Book Review: Sweet One by Peter Docker
Fremantle Press, 2014
In a small town called Baalboorlie, up north in Western Australia, The Old Man (a decorated war veteran and Aboriginal elder) perishes in the back of a prison transport van on a sweltering hot day. The repercussions of this event will blow the town out of the water.
Sweet One, The Old Man's grandson, is informed about the death and returns home to exact justice on those involved-- with payment in kind. As the body count rises, a journalist from Queensland named Izzy Langbourn realises that this is about more than just a story. This is about the Truth.
Part literary condemnation of the fate of Aboriginal and non white prisoners in the Australian justice system, and part crime thriller, Docker's new novel fits into a genre with other rural Australian crime writers-- Robert Schofield, Alan Carter and the like. The book mixes a strong small town flavour with the thrills and spills of a big city manhunt, and spares nothing on the gore factor. Each murder committed by Sweet One is gorier than the last, but my personal favourite is the two GLP4 guards responsible for prisoner transport who are locked in a boiling sauna overnight with only a plastic bottle of water and a frozen pie.
While the setting and the incident that begins the novel are thinly disguised versions of things that truly happened, this novel goes far beyond reality in a kind of cautionary tale meets Saturday night prime time movie thriller. Baalboorlie is Kalgoorlie, and one wonders if the reference to the Egyptian god Baal is significant. The death in custody of an Aboriginal elder in the back of a hot transport van; that is based in fact, and Docker's treatment of the scene surrounding it, though clearly coming down against the authorities, is well thought out and empathetic. The men who work at the Baalboorlie and Somerset police stations and at GPL4 are not evil themselves, but products of a flawed system that only creates more problems.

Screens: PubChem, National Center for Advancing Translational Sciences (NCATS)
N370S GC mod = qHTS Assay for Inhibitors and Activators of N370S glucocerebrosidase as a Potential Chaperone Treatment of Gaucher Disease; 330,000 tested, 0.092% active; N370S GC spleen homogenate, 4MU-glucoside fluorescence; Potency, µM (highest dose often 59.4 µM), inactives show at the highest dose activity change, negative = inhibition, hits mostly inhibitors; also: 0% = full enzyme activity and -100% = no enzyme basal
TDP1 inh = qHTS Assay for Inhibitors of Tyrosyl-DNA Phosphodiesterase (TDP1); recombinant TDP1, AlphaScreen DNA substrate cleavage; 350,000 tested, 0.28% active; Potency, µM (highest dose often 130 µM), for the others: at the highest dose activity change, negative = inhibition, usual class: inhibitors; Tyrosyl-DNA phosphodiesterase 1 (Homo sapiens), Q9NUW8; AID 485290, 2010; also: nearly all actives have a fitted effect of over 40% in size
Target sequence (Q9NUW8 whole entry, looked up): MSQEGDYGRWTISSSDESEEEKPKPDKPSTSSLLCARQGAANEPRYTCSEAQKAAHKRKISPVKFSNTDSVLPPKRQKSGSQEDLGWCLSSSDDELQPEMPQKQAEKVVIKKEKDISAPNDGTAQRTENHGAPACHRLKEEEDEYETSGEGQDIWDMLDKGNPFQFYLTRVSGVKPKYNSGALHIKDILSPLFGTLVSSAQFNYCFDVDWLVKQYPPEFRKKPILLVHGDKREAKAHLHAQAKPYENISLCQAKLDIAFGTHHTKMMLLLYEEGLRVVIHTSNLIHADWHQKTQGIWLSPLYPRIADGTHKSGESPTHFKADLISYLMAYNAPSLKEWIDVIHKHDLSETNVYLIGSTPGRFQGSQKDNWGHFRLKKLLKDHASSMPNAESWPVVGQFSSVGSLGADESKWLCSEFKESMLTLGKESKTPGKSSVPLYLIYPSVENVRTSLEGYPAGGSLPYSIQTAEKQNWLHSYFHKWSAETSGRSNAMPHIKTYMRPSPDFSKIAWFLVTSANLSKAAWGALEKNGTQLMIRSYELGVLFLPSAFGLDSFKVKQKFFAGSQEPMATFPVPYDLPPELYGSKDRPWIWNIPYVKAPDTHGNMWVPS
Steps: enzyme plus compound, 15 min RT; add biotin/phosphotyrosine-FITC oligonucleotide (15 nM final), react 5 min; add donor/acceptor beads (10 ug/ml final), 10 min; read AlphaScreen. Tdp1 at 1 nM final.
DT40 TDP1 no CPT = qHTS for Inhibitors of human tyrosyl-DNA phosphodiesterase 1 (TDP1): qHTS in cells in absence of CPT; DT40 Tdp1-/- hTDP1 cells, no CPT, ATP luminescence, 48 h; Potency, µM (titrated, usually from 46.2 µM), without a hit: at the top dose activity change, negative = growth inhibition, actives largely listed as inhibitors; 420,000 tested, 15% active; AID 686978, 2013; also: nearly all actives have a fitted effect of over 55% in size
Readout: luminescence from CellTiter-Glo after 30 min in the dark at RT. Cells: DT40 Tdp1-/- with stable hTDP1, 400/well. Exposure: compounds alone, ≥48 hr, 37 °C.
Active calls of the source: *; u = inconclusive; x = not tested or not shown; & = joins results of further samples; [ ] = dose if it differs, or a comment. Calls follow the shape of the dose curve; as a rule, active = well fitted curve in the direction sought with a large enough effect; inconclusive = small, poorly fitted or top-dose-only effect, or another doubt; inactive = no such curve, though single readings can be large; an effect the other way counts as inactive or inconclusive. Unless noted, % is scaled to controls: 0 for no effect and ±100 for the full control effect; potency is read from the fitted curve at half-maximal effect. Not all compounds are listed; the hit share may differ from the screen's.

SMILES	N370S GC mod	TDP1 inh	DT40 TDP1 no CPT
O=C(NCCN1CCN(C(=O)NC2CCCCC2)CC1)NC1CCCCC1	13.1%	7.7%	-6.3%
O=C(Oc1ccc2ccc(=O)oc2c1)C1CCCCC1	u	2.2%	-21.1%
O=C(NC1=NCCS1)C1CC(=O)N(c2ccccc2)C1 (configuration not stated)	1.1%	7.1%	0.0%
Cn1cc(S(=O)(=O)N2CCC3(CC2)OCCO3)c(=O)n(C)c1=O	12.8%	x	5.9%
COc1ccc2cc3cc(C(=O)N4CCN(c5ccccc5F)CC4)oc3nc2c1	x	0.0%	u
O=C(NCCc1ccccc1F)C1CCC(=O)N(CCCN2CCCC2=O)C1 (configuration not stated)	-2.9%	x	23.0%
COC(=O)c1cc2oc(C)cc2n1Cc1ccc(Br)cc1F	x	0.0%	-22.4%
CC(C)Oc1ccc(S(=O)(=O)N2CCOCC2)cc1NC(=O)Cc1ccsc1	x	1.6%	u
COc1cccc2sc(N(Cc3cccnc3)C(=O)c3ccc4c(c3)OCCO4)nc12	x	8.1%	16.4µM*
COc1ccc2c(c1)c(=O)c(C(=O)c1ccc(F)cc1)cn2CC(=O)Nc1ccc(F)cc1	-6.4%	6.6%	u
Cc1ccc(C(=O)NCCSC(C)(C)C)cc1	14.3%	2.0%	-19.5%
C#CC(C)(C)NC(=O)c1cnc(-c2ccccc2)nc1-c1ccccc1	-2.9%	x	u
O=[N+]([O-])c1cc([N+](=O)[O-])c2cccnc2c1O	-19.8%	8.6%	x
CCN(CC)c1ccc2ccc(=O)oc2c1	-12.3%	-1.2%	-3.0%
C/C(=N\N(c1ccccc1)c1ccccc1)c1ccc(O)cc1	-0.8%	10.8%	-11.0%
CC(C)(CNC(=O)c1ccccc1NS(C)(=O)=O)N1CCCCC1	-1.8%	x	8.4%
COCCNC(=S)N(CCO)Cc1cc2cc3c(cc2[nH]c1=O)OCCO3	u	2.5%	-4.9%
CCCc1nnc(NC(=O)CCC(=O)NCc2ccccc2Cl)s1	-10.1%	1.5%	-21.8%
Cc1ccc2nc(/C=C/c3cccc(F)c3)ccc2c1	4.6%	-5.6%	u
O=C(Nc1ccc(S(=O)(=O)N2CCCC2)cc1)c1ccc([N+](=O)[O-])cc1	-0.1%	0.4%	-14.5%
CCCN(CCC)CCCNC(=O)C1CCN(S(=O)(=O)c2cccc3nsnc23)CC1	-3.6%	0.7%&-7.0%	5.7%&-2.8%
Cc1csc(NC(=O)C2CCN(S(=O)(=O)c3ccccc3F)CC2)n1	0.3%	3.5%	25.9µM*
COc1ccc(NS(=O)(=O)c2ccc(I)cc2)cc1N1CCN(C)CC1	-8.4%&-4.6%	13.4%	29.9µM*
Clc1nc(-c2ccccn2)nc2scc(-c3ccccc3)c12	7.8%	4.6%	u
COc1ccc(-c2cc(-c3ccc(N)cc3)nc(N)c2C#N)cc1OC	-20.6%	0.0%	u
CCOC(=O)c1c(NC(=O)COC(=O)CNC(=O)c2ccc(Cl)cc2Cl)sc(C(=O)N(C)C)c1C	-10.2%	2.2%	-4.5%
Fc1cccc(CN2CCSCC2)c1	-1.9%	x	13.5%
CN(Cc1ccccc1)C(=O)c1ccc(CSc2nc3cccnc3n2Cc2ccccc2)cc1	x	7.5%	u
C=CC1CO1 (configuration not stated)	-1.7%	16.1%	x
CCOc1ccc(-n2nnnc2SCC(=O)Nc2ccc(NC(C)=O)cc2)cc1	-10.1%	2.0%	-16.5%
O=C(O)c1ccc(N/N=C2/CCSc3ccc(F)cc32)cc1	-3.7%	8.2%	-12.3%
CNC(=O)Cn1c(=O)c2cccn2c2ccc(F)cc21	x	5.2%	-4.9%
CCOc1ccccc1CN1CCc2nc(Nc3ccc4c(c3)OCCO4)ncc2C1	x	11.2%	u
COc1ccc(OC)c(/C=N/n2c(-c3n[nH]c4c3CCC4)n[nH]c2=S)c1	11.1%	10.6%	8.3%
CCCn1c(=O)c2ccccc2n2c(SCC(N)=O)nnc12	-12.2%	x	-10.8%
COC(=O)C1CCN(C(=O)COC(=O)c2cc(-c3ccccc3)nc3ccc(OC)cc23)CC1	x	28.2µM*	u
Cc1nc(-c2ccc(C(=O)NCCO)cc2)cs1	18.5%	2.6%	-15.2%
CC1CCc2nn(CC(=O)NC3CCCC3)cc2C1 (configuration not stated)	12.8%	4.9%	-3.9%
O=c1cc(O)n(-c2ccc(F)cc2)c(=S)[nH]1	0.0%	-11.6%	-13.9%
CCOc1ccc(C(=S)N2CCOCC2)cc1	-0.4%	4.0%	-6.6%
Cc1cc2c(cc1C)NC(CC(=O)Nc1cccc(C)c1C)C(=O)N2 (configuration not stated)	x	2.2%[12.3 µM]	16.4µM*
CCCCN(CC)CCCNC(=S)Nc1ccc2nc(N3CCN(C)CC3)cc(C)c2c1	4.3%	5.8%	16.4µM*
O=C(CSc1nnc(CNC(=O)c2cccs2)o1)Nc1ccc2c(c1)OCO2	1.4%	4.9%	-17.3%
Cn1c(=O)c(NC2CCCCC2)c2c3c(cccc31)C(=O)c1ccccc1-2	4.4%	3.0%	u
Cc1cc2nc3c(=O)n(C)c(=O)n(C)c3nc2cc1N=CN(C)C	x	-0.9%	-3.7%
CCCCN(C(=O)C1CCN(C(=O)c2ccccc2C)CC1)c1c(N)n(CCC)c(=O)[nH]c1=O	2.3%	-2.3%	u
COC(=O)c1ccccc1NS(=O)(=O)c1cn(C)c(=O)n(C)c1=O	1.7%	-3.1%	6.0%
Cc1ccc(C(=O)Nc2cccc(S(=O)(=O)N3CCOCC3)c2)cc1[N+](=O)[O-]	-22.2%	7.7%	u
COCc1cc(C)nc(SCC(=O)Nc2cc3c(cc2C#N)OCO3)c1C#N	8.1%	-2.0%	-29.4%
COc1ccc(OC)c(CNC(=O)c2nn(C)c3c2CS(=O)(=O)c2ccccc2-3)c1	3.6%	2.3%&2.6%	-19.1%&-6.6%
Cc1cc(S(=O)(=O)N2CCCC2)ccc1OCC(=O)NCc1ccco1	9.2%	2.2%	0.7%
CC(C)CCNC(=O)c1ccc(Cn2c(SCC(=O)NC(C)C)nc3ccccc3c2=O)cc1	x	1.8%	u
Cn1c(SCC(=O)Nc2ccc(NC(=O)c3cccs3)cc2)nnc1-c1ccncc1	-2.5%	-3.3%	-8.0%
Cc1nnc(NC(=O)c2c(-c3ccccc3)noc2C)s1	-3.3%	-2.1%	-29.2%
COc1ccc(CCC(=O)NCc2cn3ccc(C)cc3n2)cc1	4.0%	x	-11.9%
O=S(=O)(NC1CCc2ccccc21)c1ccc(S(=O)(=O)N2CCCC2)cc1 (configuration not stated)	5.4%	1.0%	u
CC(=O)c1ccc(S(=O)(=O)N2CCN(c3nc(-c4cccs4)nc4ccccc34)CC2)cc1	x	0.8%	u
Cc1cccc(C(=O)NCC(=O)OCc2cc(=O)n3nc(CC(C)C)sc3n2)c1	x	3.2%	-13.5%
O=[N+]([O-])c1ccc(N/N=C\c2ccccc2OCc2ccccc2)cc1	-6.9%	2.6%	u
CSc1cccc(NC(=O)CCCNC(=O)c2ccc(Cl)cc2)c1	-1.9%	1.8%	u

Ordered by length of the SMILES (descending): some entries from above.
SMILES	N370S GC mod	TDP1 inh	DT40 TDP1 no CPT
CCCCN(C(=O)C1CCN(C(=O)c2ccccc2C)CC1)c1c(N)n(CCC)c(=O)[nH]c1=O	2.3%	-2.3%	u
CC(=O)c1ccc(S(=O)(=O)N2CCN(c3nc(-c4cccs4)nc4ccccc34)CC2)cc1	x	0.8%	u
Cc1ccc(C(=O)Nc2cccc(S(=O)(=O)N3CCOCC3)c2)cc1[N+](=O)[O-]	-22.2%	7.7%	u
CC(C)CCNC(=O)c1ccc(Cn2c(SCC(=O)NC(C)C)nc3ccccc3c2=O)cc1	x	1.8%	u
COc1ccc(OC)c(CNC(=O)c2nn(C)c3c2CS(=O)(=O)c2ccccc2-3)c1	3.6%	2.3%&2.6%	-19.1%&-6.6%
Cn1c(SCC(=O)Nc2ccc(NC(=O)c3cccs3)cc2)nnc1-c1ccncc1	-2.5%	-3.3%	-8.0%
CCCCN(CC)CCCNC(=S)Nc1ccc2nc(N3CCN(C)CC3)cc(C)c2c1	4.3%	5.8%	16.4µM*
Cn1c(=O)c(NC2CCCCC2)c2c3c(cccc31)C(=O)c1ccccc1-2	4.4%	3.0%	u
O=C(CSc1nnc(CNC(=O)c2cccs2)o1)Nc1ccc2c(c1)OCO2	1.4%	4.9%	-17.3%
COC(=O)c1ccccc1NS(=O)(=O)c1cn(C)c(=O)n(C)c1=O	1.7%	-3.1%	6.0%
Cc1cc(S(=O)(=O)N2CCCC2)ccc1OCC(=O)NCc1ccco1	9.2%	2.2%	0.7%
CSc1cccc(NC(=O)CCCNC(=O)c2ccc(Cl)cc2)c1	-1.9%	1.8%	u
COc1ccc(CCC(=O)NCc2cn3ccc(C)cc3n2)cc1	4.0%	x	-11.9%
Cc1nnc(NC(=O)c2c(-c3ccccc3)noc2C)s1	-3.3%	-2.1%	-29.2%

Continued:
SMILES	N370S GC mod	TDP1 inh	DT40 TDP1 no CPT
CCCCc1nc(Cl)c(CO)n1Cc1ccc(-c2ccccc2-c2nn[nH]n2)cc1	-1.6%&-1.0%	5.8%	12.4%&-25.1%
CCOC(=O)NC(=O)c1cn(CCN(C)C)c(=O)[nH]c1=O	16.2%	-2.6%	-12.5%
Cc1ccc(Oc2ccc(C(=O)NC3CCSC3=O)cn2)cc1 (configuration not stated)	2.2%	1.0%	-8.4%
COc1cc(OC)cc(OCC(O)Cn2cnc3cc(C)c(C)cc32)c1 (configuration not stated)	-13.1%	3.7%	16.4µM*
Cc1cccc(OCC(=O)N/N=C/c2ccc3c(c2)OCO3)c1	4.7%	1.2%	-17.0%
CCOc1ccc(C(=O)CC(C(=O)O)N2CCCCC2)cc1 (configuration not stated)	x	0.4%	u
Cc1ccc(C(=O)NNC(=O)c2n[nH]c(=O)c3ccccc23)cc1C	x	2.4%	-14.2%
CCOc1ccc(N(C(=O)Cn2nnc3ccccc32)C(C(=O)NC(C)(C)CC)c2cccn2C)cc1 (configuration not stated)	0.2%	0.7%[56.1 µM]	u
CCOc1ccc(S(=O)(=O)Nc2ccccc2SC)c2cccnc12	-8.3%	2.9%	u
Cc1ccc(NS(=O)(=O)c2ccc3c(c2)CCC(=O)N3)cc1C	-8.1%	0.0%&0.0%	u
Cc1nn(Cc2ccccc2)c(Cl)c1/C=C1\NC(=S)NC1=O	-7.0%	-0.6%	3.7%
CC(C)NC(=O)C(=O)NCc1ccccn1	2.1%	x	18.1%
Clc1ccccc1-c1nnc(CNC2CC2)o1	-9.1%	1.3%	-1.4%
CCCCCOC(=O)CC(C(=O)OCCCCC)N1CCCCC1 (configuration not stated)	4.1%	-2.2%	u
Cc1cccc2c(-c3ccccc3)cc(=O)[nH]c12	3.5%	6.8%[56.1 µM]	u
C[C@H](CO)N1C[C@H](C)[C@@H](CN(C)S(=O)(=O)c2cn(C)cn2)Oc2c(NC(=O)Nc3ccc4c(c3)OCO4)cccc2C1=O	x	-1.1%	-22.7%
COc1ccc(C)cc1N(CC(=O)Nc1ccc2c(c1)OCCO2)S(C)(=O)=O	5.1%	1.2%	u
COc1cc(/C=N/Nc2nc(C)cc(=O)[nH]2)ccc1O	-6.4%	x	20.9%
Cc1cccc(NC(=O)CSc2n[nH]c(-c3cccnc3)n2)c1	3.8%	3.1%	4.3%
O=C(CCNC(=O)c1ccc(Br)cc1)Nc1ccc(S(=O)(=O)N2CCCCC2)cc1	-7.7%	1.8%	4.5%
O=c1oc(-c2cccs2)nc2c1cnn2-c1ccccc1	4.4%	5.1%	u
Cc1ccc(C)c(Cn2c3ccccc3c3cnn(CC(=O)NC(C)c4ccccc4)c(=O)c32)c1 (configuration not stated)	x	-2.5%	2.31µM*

Another major theme of the novel is the long term psychological effects of active service on Australian soldiers. Izzy's partner Josh is in Iraq, and she's been there herself. It has deep ramifications on their relationship, but nothing quite so bad as the mental issues faced by Sweet One, Mort, and the other returned soldiers at the heart of the violence in this book. At times, the action in this novel is somewhat obscured by the complexity of the conspiracies at work here. I'm still not one hundred per cent sure who was on what side. Blackmail and backstabbing have characters crossing the floor all over the plot, but a fast pace and a strong lead character (Izzy) keeps those pages turning.
Izzy is a character whose point of view goes through a drastic arc of change because of the events of the novel, but in a believable way. Her beliefs are tested, and her allegiances. Yet at times, she behaves in a way that seems unnatural and almost masculine. After finding out that her partner, Josh, has been killed, she immediately responds to a callous invitation to have sex in the front of a car with a man she barely knows. While her quest for physical solace is not unheard of, particularly in dramatic storytelling, she seems almost predatory in her actions, somehow male. At the rest of times, it is easy to believe that she is a strong woman.
This book is definitely not the kind of thing I would have picked out for myself, but it was a great read. I gave it four stars.